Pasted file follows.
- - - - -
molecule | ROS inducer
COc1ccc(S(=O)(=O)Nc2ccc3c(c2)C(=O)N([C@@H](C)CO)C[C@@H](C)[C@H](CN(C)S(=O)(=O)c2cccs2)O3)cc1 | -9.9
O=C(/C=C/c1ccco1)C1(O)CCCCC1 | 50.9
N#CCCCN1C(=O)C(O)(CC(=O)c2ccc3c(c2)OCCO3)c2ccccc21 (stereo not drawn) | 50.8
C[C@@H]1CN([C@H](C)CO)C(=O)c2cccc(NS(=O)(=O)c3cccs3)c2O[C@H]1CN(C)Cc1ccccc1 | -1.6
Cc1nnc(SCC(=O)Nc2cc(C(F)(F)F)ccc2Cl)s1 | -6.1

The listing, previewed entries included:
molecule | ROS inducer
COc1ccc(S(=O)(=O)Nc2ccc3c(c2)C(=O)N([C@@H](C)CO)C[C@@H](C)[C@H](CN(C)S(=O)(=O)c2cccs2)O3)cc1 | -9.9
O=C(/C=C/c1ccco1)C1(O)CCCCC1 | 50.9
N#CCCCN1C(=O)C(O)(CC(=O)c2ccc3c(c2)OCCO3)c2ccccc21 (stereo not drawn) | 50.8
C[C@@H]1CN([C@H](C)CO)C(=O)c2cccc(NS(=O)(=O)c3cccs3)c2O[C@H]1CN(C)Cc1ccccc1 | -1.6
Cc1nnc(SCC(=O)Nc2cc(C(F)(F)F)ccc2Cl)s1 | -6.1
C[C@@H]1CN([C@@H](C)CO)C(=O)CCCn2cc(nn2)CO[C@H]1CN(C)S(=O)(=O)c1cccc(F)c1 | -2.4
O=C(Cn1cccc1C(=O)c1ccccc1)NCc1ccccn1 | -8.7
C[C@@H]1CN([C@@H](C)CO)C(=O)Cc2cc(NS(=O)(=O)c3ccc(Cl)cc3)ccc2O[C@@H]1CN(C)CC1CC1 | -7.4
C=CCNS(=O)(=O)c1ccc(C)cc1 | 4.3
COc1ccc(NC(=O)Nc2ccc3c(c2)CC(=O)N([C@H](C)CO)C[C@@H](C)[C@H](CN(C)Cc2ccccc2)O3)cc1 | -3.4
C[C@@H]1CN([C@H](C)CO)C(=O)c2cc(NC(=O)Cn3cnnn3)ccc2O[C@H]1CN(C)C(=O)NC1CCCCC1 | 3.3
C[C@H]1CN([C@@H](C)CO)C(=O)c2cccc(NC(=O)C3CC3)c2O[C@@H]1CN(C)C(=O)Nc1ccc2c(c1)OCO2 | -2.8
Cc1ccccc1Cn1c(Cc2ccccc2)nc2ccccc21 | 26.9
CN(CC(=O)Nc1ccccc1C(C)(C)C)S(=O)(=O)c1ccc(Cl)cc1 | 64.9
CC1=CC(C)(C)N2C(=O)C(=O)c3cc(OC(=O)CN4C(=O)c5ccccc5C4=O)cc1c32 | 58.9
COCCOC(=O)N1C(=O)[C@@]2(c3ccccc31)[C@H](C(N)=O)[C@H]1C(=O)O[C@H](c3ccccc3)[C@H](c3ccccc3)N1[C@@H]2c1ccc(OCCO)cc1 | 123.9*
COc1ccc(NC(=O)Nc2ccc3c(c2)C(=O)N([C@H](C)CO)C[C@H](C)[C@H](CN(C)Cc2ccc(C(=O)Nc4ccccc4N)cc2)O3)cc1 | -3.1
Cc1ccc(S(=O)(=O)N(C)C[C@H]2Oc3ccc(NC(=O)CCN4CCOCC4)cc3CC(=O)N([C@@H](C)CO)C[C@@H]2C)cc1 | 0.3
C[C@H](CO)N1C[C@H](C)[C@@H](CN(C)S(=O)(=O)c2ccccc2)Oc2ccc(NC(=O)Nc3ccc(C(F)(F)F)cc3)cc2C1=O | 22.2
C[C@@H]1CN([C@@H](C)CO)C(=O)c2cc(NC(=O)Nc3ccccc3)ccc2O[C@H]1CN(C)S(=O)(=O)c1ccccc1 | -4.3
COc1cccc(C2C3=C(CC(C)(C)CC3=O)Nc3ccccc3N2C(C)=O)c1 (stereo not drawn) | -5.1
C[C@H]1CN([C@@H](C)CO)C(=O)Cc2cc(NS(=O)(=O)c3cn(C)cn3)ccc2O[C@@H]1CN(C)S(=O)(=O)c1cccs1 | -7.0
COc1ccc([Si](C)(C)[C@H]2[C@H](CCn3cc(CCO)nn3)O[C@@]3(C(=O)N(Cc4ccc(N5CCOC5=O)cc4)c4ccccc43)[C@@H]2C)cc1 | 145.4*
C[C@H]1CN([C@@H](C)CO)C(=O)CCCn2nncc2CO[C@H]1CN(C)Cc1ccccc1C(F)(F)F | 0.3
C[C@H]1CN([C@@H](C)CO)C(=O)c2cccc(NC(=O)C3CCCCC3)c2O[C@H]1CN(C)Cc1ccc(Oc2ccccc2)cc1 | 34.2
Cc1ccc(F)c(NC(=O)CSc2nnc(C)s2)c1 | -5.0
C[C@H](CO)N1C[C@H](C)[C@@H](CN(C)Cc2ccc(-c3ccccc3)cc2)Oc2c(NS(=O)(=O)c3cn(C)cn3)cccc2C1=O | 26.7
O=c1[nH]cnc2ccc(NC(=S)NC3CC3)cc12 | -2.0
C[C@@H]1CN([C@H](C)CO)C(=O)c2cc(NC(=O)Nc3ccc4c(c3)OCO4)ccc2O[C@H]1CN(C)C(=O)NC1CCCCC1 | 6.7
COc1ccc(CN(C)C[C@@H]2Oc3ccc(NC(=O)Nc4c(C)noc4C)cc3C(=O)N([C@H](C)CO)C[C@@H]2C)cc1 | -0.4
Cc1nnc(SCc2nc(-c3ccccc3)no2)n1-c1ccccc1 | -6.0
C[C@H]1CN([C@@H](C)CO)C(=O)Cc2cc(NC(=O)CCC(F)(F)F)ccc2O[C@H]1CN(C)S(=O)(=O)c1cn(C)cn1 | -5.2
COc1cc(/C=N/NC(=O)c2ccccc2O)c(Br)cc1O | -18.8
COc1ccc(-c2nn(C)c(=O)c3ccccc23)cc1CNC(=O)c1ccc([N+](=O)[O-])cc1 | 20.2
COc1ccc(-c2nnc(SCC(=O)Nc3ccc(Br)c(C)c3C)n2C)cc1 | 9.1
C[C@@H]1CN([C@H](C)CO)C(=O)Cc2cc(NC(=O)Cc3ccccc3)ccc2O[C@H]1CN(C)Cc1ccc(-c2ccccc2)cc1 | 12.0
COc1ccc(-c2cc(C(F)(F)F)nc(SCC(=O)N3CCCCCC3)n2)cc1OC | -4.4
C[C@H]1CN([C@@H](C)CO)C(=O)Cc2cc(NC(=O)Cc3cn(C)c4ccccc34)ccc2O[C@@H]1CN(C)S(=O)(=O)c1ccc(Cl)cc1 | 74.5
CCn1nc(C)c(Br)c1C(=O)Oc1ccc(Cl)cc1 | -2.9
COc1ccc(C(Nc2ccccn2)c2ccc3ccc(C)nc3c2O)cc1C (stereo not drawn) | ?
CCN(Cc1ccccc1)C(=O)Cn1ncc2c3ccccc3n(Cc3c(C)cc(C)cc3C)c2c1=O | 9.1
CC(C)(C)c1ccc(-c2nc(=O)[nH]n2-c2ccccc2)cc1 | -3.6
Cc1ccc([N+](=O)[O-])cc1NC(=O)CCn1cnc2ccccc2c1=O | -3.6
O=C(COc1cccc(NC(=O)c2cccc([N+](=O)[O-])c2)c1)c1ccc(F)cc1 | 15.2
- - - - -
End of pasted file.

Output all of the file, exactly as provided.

molecule | ROS inducer
COc1ccc(S(=O)(=O)Nc2ccc3c(c2)C(=O)N([C@@H](C)CO)C[C@@H](C)[C@H](CN(C)S(=O)(=O)c2cccs2)O3)cc1 | -9.9
O=C(/C=C/c1ccco1)C1(O)CCCCC1 | 50.9
N#CCCCN1C(=O)C(O)(CC(=O)c2ccc3c(c2)OCCO3)c2ccccc21 (stereo not drawn) | 50.8
C[C@@H]1CN([C@H](C)CO)C(=O)c2cccc(NS(=O)(=O)c3cccs3)c2O[C@H]1CN(C)Cc1ccccc1 | -1.6
Cc1nnc(SCC(=O)Nc2cc(C(F)(F)F)ccc2Cl)s1 | -6.1

The listing, previewed entries included:
molecule | ROS inducer
COc1ccc(S(=O)(=O)Nc2ccc3c(c2)C(=O)N([C@@H](C)CO)C[C@@H](C)[C@H](CN(C)S(=O)(=O)c2cccs2)O3)cc1 | -9.9
O=C(/C=C/c1ccco1)C1(O)CCCCC1 | 50.9
N#CCCCN1C(=O)C(O)(CC(=O)c2ccc3c(c2)OCCO3)c2ccccc21 (stereo not drawn) | 50.8
C[C@@H]1CN([C@H](C)CO)C(=O)c2cccc(NS(=O)(=O)c3cccs3)c2O[C@H]1CN(C)Cc1ccccc1 | -1.6
Cc1nnc(SCC(=O)Nc2cc(C(F)(F)F)ccc2Cl)s1 | -6.1
C[C@@H]1CN([C@@H](C)CO)C(=O)CCCn2cc(nn2)CO[C@H]1CN(C)S(=O)(=O)c1cccc(F)c1 | -2.4
O=C(Cn1cccc1C(=O)c1ccccc1)NCc1ccccn1 | -8.7
C[C@@H]1CN([C@@H](C)CO)C(=O)Cc2cc(NS(=O)(=O)c3ccc(Cl)cc3)ccc2O[C@@H]1CN(C)CC1CC1 | -7.4
C=CCNS(=O)(=O)c1ccc(C)cc1 | 4.3
COc1ccc(NC(=O)Nc2ccc3c(c2)CC(=O)N([C@H](C)CO)C[C@@H](C)[C@H](CN(C)Cc2ccccc2)O3)cc1 | -3.4
C[C@@H]1CN([C@H](C)CO)C(=O)c2cc(NC(=O)Cn3cnnn3)ccc2O[C@H]1CN(C)C(=O)NC1CCCCC1 | 3.3
C[C@H]1CN([C@@H](C)CO)C(=O)c2cccc(NC(=O)C3CC3)c2O[C@@H]1CN(C)C(=O)Nc1ccc2c(c1)OCO2 | -2.8
Cc1ccccc1Cn1c(Cc2ccccc2)nc2ccccc21 | 26.9
CN(CC(=O)Nc1ccccc1C(C)(C)C)S(=O)(=O)c1ccc(Cl)cc1 | 64.9
CC1=CC(C)(C)N2C(=O)C(=O)c3cc(OC(=O)CN4C(=O)c5ccccc5C4=O)cc1c32 | 58.9
COCCOC(=O)N1C(=O)[C@@]2(c3ccccc31)[C@H](C(N)=O)[C@H]1C(=O)O[C@H](c3ccccc3)[C@H](c3ccccc3)N1[C@@H]2c1ccc(OCCO)cc1 | 123.9*
COc1ccc(NC(=O)Nc2ccc3c(c2)C(=O)N([C@H](C)CO)C[C@H](C)[C@H](CN(C)Cc2ccc(C(=O)Nc4ccccc4N)cc2)O3)cc1 | -3.1
Cc1ccc(S(=O)(=O)N(C)C[C@H]2Oc3ccc(NC(=O)CCN4CCOCC4)cc3CC(=O)N([C@@H](C)CO)C[C@@H]2C)cc1 | 0.3
C[C@H](CO)N1C[C@H](C)[C@@H](CN(C)S(=O)(=O)c2ccccc2)Oc2ccc(NC(=O)Nc3ccc(C(F)(F)F)cc3)cc2C1=O | 22.2
C[C@@H]1CN([C@@H](C)CO)C(=O)c2cc(NC(=O)Nc3ccccc3)ccc2O[C@H]1CN(C)S(=O)(=O)c1ccccc1 | -4.3
COc1cccc(C2C3=C(CC(C)(C)CC3=O)Nc3ccccc3N2C(C)=O)c1 (stereo not drawn) | -5.1
C[C@H]1CN([C@@H](C)CO)C(=O)Cc2cc(NS(=O)(=O)c3cn(C)cn3)ccc2O[C@@H]1CN(C)S(=O)(=O)c1cccs1 | -7.0
COc1ccc([Si](C)(C)[C@H]2[C@H](CCn3cc(CCO)nn3)O[C@@]3(C(=O)N(Cc4ccc(N5CCOC5=O)cc4)c4ccccc43)[C@@H]2C)cc1 | 145.4*
C[C@H]1CN([C@@H](C)CO)C(=O)CCCn2nncc2CO[C@H]1CN(C)Cc1ccccc1C(F)(F)F | 0.3
C[C@H]1CN([C@@H](C)CO)C(=O)c2cccc(NC(=O)C3CCCCC3)c2O[C@H]1CN(C)Cc1ccc(Oc2ccccc2)cc1 | 34.2
Cc1ccc(F)c(NC(=O)CSc2nnc(C)s2)c1 | -5.0
C[C@H](CO)N1C[C@H](C)[C@@H](CN(C)Cc2ccc(-c3ccccc3)cc2)Oc2c(NS(=O)(=O)c3cn(C)cn3)cccc2C1=O | 26.7
O=c1[nH]cnc2ccc(NC(=S)NC3CC3)cc12 | -2.0
C[C@@H]1CN([C@H](C)CO)C(=O)c2cc(NC(=O)Nc3ccc4c(c3)OCO4)ccc2O[C@H]1CN(C)C(=O)NC1CCCCC1 | 6.7
COc1ccc(CN(C)C[C@@H]2Oc3ccc(NC(=O)Nc4c(C)noc4C)cc3C(=O)N([C@H](C)CO)C[C@@H]2C)cc1 | -0.4
Cc1nnc(SCc2nc(-c3ccccc3)no2)n1-c1ccccc1 | -6.0
C[C@H]1CN([C@@H](C)CO)C(=O)Cc2cc(NC(=O)CCC(F)(F)F)ccc2O[C@H]1CN(C)S(=O)(=O)c1cn(C)cn1 | -5.2
COc1cc(/C=N/NC(=O)c2ccccc2O)c(Br)cc1O | -18.8
COc1ccc(-c2nn(C)c(=O)c3ccccc23)cc1CNC(=O)c1ccc([N+](=O)[O-])cc1 | 20.2
COc1ccc(-c2nnc(SCC(=O)Nc3ccc(Br)c(C)c3C)n2C)cc1 | 9.1
C[C@@H]1CN([C@H](C)CO)C(=O)Cc2cc(NC(=O)Cc3ccccc3)ccc2O[C@H]1CN(C)Cc1ccc(-c2ccccc2)cc1 | 12.0
COc1ccc(-c2cc(C(F)(F)F)nc(SCC(=O)N3CCCCCC3)n2)cc1OC | -4.4
C[C@H]1CN([C@@H](C)CO)C(=O)Cc2cc(NC(=O)Cc3cn(C)c4ccccc34)ccc2O[C@@H]1CN(C)S(=O)(=O)c1ccc(Cl)cc1 | 74.5
CCn1nc(C)c(Br)c1C(=O)Oc1ccc(Cl)cc1 | -2.9
COc1ccc(C(Nc2ccccn2)c2ccc3ccc(C)nc3c2O)cc1C (stereo not drawn) | ?
CCN(Cc1ccccc1)C(=O)Cn1ncc2c3ccccc3n(Cc3c(C)cc(C)cc3C)c2c1=O | 9.1
CC(C)(C)c1ccc(-c2nc(=O)[nH]n2-c2ccccc2)cc1 | -3.6
Cc1ccc([N+](=O)[O-])cc1NC(=O)CCn1cnc2ccccc2c1=O | -3.6
O=C(COc1cccc(NC(=O)c2cccc([N+](=O)[O-])c2)c1)c1ccc(F)cc1 | 15.2